All this week, people have been buzzing about the flat white's debut on the permanent menu at Starbucks. Even though this espresso-and-milk drink has been a staple in Australia for a very long time, it’s still relatively unknown to most coffee drinkers in the United States. So we went to Starbucks to see what makes a flat white a flat white.
At its most basic, a flat white straddles the line between a foamy cappuccino and a milky latte. But there are a few key differences. Starbucks coffee master Aubrey Hensley taught us how to make each.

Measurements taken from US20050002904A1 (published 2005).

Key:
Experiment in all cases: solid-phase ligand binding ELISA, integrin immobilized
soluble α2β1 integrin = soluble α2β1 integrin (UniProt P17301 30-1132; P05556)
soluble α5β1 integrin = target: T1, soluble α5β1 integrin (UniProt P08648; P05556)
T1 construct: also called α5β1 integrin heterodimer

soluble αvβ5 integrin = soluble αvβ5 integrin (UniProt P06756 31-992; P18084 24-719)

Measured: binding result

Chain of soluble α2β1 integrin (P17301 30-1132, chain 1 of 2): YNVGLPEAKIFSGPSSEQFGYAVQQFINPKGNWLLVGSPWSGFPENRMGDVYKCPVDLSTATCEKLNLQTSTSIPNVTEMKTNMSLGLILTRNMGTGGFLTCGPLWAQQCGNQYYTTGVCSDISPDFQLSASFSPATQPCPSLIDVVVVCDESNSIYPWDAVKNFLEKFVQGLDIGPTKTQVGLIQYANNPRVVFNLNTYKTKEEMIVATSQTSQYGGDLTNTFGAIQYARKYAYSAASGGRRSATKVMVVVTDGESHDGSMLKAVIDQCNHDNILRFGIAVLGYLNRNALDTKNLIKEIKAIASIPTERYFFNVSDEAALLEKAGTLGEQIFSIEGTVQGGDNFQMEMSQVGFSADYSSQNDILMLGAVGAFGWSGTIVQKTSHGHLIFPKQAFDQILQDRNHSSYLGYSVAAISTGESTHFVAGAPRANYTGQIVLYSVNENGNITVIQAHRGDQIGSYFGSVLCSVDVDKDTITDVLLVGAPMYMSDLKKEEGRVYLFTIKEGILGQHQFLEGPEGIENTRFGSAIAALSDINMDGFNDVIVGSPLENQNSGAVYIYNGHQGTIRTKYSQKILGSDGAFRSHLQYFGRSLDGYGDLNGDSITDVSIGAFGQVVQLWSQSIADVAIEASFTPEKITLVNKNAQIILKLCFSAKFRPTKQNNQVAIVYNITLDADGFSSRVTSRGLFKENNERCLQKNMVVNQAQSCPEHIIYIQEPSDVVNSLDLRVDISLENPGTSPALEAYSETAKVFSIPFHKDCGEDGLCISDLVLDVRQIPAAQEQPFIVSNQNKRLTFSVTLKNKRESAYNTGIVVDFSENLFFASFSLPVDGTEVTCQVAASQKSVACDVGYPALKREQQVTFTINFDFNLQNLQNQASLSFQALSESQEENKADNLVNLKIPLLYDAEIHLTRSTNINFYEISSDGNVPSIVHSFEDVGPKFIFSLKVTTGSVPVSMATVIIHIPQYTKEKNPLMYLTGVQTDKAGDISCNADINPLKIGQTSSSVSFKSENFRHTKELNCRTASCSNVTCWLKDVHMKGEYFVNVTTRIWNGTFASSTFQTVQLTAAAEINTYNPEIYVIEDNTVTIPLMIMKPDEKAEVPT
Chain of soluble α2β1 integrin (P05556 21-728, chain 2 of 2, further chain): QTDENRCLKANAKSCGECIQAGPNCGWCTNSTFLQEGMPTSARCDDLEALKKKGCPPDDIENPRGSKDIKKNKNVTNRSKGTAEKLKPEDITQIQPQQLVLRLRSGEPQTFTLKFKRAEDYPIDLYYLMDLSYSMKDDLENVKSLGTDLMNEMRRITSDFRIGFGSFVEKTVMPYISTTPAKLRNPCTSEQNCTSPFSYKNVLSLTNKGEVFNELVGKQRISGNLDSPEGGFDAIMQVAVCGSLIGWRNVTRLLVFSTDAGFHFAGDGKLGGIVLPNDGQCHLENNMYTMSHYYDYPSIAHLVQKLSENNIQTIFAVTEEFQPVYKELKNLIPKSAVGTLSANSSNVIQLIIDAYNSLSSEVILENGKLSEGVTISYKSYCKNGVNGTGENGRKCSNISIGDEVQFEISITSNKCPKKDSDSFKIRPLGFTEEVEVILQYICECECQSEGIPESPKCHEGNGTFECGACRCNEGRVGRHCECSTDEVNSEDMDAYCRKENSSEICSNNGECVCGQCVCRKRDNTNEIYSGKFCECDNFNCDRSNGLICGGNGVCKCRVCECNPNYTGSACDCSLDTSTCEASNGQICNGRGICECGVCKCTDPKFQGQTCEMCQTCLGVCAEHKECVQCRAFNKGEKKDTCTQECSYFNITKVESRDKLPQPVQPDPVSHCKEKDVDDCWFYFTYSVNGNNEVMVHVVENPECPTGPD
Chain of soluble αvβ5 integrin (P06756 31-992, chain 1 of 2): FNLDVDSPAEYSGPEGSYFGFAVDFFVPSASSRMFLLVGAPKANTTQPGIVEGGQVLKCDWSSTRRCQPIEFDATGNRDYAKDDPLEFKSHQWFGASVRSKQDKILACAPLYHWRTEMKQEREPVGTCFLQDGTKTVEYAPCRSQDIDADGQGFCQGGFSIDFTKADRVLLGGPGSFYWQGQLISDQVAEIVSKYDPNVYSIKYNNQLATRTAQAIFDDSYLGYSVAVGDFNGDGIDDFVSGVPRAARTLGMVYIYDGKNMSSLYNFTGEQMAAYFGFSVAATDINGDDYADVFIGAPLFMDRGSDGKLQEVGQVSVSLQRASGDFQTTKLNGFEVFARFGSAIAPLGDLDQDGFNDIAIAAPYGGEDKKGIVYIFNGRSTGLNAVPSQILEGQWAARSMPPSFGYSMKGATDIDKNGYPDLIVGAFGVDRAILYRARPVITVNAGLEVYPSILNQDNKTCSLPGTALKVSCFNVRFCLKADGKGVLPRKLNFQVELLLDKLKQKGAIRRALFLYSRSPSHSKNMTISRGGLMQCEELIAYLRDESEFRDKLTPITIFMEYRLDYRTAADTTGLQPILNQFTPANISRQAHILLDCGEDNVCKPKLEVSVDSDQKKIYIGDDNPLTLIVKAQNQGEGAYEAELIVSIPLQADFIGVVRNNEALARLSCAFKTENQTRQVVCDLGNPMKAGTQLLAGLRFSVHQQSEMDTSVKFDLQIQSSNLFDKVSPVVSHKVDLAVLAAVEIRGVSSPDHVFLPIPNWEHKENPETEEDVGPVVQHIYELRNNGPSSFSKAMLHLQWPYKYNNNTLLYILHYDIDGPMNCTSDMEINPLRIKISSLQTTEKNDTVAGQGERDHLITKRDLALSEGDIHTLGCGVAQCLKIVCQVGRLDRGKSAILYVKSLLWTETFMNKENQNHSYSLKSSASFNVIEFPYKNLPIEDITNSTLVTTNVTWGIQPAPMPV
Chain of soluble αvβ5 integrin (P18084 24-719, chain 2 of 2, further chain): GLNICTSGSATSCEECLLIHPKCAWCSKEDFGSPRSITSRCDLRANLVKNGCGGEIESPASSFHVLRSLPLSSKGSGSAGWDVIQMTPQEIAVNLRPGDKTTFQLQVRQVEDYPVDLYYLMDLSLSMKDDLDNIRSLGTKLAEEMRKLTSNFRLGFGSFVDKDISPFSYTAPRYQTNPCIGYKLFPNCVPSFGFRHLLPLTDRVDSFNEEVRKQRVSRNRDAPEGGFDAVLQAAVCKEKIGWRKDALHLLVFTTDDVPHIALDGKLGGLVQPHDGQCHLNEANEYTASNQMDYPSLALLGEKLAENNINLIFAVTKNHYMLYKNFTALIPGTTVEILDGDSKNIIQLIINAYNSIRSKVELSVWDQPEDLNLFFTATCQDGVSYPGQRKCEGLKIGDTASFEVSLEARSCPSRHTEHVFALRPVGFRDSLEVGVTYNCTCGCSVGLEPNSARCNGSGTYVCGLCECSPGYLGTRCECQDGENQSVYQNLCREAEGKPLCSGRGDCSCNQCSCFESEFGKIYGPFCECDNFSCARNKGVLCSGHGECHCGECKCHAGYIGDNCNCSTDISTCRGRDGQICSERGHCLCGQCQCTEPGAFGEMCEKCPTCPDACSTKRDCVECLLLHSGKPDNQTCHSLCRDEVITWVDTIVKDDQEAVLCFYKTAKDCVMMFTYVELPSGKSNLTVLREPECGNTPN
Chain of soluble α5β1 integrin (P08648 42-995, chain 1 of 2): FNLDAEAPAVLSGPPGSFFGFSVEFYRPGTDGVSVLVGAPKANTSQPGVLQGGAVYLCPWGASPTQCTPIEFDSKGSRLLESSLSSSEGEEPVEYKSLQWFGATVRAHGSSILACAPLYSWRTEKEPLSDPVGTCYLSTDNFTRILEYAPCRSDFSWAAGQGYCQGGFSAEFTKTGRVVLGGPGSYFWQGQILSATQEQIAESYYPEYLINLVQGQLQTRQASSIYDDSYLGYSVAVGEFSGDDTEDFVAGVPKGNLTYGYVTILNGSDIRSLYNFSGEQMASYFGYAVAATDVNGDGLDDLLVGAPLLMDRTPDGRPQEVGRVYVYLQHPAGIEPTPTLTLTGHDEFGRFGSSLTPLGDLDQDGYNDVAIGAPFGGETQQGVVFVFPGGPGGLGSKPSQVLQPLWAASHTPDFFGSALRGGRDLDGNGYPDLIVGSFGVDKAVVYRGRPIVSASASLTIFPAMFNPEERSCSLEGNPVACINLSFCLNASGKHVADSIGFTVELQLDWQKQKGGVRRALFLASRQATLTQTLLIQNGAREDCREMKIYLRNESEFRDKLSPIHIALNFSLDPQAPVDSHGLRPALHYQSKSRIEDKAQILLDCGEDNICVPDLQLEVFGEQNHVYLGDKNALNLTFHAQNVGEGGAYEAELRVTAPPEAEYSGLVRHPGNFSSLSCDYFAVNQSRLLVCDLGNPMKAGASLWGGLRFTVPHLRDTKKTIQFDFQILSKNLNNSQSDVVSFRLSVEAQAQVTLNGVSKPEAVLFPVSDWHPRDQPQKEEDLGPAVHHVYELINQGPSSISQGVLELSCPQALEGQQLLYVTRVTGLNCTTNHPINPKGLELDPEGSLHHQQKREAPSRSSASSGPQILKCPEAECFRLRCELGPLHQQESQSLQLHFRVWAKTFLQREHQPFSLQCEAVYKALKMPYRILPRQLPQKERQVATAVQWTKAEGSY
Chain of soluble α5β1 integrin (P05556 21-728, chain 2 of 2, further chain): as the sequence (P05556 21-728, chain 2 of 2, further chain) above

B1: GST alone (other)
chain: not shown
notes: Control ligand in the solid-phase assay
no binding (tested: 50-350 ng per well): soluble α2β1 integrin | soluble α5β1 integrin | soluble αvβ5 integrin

Unlike a latte or a cappuccino, Starbucks's take on the flat white is made with two shots of ristretto espresso—a concentrated type of shot made with half the usual amount of water. The biggest difference, though, is in the milk. Before being steamed at the usual 185 degrees, whole milk (not wimpy 2 percent) is aerated for just three seconds to loosen up its proteins. The shorter-than-usual aeration time results in what coffee nerds call microfoam, and the milk becomes noticeably thicker than what's used in a latte and more velvety than the stiff stuff at the top of a cappuccino. Baristas swirl the steamed milk to give it a uniform texture, then pour it into the espresso. The result is both smoother and more potent than what you might be used to from Starbucks. Now, try not to get hypnotized by that perfect pour.